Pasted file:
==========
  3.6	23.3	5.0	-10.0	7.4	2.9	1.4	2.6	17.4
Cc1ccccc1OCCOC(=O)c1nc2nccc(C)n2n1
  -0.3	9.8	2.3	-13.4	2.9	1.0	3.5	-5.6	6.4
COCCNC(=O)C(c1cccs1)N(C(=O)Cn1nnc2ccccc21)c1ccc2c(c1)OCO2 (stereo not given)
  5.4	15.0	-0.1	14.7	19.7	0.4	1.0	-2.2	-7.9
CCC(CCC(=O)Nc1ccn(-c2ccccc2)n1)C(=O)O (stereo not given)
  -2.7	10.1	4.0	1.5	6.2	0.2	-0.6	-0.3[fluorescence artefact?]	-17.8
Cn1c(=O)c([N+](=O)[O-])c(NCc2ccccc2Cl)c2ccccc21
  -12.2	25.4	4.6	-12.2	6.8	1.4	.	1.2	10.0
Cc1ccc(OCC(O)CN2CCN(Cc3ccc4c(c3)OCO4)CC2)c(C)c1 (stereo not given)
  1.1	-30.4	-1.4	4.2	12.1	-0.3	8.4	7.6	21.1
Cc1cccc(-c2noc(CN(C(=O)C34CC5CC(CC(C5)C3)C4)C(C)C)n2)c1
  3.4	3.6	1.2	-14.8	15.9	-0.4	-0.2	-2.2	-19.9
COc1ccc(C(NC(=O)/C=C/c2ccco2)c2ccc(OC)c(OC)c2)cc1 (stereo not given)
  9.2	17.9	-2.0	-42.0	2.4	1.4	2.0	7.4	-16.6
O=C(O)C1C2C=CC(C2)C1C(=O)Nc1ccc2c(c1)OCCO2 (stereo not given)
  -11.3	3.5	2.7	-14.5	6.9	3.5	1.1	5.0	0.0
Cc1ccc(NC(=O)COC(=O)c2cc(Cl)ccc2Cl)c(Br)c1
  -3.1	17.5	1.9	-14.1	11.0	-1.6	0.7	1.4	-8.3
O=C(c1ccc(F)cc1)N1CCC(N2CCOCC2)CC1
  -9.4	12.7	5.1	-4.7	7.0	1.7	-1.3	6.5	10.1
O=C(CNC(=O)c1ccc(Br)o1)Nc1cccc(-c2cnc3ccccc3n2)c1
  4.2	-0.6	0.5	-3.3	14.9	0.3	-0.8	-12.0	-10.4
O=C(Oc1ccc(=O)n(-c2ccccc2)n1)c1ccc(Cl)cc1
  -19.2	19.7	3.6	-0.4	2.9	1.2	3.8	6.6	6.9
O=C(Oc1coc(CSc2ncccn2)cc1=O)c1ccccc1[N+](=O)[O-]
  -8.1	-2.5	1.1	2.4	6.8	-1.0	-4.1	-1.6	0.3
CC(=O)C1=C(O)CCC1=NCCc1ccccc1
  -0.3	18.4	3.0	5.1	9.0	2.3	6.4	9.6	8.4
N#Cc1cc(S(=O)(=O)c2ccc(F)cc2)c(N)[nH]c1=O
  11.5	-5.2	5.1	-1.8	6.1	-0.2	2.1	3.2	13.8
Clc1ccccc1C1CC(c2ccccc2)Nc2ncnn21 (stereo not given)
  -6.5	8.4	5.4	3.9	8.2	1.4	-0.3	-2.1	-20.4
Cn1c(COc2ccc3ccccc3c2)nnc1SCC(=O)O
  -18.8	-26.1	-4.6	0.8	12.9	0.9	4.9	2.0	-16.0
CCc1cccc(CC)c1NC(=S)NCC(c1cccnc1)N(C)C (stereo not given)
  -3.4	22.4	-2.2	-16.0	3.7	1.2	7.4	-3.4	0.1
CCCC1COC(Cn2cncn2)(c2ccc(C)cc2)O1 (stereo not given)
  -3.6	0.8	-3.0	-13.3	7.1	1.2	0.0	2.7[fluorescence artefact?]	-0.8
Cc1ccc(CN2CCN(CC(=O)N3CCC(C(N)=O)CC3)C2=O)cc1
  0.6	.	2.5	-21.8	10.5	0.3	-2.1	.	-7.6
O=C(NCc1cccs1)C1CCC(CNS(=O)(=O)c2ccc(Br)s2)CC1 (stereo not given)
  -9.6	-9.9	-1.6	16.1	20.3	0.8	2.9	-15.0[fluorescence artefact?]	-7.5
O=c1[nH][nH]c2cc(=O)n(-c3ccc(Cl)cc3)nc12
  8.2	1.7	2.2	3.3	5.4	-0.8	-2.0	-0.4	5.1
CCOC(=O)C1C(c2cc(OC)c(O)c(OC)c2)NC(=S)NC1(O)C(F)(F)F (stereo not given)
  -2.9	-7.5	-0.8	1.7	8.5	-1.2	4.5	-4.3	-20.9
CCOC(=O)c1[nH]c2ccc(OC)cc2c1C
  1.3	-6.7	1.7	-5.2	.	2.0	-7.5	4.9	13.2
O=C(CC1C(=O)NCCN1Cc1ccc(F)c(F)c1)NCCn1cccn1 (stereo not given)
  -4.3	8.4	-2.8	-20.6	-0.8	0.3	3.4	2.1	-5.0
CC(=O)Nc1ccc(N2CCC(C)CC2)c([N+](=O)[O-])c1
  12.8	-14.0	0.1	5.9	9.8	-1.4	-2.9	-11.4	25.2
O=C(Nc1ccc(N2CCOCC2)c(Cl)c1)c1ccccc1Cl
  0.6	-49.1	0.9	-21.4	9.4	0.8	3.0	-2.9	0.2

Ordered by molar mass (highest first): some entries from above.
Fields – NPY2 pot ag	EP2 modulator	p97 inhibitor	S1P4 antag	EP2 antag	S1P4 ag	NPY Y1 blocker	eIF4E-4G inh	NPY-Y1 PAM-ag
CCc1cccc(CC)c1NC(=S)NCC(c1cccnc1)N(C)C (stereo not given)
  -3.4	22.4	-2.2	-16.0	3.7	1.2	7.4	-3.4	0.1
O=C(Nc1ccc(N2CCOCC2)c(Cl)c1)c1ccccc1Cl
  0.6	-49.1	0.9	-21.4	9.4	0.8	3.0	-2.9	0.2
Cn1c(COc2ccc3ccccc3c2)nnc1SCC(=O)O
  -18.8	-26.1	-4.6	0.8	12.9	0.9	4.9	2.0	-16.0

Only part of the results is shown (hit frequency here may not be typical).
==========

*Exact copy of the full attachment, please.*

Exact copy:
  3.6	23.3	5.0	-10.0	7.4	2.9	1.4	2.6	17.4
Cc1ccccc1OCCOC(=O)c1nc2nccc(C)n2n1
  -0.3	9.8	2.3	-13.4	2.9	1.0	3.5	-5.6	6.4
COCCNC(=O)C(c1cccs1)N(C(=O)Cn1nnc2ccccc21)c1ccc2c(c1)OCO2 (stereo not given)
  5.4	15.0	-0.1	14.7	19.7	0.4	1.0	-2.2	-7.9
CCC(CCC(=O)Nc1ccn(-c2ccccc2)n1)C(=O)O (stereo not given)
  -2.7	10.1	4.0	1.5	6.2	0.2	-0.6	-0.3[fluorescence artefact?]	-17.8
Cn1c(=O)c([N+](=O)[O-])c(NCc2ccccc2Cl)c2ccccc21
  -12.2	25.4	4.6	-12.2	6.8	1.4	.	1.2	10.0
Cc1ccc(OCC(O)CN2CCN(Cc3ccc4c(c3)OCO4)CC2)c(C)c1 (stereo not given)
  1.1	-30.4	-1.4	4.2	12.1	-0.3	8.4	7.6	21.1
Cc1cccc(-c2noc(CN(C(=O)C34CC5CC(CC(C5)C3)C4)C(C)C)n2)c1
  3.4	3.6	1.2	-14.8	15.9	-0.4	-0.2	-2.2	-19.9
COc1ccc(C(NC(=O)/C=C/c2ccco2)c2ccc(OC)c(OC)c2)cc1 (stereo not given)
  9.2	17.9	-2.0	-42.0	2.4	1.4	2.0	7.4	-16.6
O=C(O)C1C2C=CC(C2)C1C(=O)Nc1ccc2c(c1)OCCO2 (stereo not given)
  -11.3	3.5	2.7	-14.5	6.9	3.5	1.1	5.0	0.0
Cc1ccc(NC(=O)COC(=O)c2cc(Cl)ccc2Cl)c(Br)c1
  -3.1	17.5	1.9	-14.1	11.0	-1.6	0.7	1.4	-8.3
O=C(c1ccc(F)cc1)N1CCC(N2CCOCC2)CC1
  -9.4	12.7	5.1	-4.7	7.0	1.7	-1.3	6.5	10.1
O=C(CNC(=O)c1ccc(Br)o1)Nc1cccc(-c2cnc3ccccc3n2)c1
  4.2	-0.6	0.5	-3.3	14.9	0.3	-0.8	-12.0	-10.4
O=C(Oc1ccc(=O)n(-c2ccccc2)n1)c1ccc(Cl)cc1
  -19.2	19.7	3.6	-0.4	2.9	1.2	3.8	6.6	6.9
O=C(Oc1coc(CSc2ncccn2)cc1=O)c1ccccc1[N+](=O)[O-]
  -8.1	-2.5	1.1	2.4	6.8	-1.0	-4.1	-1.6	0.3
CC(=O)C1=C(O)CCC1=NCCc1ccccc1
  -0.3	18.4	3.0	5.1	9.0	2.3	6.4	9.6	8.4
N#Cc1cc(S(=O)(=O)c2ccc(F)cc2)c(N)[nH]c1=O
  11.5	-5.2	5.1	-1.8	6.1	-0.2	2.1	3.2	13.8
Clc1ccccc1C1CC(c2ccccc2)Nc2ncnn21 (stereo not given)
  -6.5	8.4	5.4	3.9	8.2	1.4	-0.3	-2.1	-20.4
Cn1c(COc2ccc3ccccc3c2)nnc1SCC(=O)O
  -18.8	-26.1	-4.6	0.8	12.9	0.9	4.9	2.0	-16.0
CCc1cccc(CC)c1NC(=S)NCC(c1cccnc1)N(C)C (stereo not given)
  -3.4	22.4	-2.2	-16.0	3.7	1.2	7.4	-3.4	0.1
CCCC1COC(Cn2cncn2)(c2ccc(C)cc2)O1 (stereo not given)
  -3.6	0.8	-3.0	-13.3	7.1	1.2	0.0	2.7[fluorescence artefact?]	-0.8
Cc1ccc(CN2CCN(CC(=O)N3CCC(C(N)=O)CC3)C2=O)cc1
  0.6	.	2.5	-21.8	10.5	0.3	-2.1	.	-7.6
O=C(NCc1cccs1)C1CCC(CNS(=O)(=O)c2ccc(Br)s2)CC1 (stereo not given)
  -9.6	-9.9	-1.6	16.1	20.3	0.8	2.9	-15.0[fluorescence artefact?]	-7.5
O=c1[nH][nH]c2cc(=O)n(-c3ccc(Cl)cc3)nc12
  8.2	1.7	2.2	3.3	5.4	-0.8	-2.0	-0.4	5.1
CCOC(=O)C1C(c2cc(OC)c(O)c(OC)c2)NC(=S)NC1(O)C(F)(F)F (stereo not given)
  -2.9	-7.5	-0.8	1.7	8.5	-1.2	4.5	-4.3	-20.9
CCOC(=O)c1[nH]c2ccc(OC)cc2c1C
  1.3	-6.7	1.7	-5.2	.	2.0	-7.5	4.9	13.2
O=C(CC1C(=O)NCCN1Cc1ccc(F)c(F)c1)NCCn1cccn1 (stereo not given)
  -4.3	8.4	-2.8	-20.6	-0.8	0.3	3.4	2.1	-5.0
CC(=O)Nc1ccc(N2CCC(C)CC2)c([N+](=O)[O-])c1
  12.8	-14.0	0.1	5.9	9.8	-1.4	-2.9	-11.4	25.2
O=C(Nc1ccc(N2CCOCC2)c(Cl)c1)c1ccccc1Cl
  0.6	-49.1	0.9	-21.4	9.4	0.8	3.0	-2.9	0.2

Ordered by molar mass (highest first): some entries from above.
Fields – NPY2 pot ag	EP2 modulator	p97 inhibitor	S1P4 antag	EP2 antag	S1P4 ag	NPY Y1 blocker	eIF4E-4G inh	NPY-Y1 PAM-ag
CCc1cccc(CC)c1NC(=S)NCC(c1cccnc1)N(C)C (stereo not given)
  -3.4	22.4	-2.2	-16.0	3.7	1.2	7.4	-3.4	0.1
O=C(Nc1ccc(N2CCOCC2)c(Cl)c1)c1ccccc1Cl
  0.6	-49.1	0.9	-21.4	9.4	0.8	3.0	-2.9	0.2
Cn1c(COc2ccc3ccccc3c2)nnc1SCC(=O)O
  -18.8	-26.1	-4.6	0.8	12.9	0.9	4.9	2.0	-16.0

Only part of the results is shown (hit frequency here may not be typical).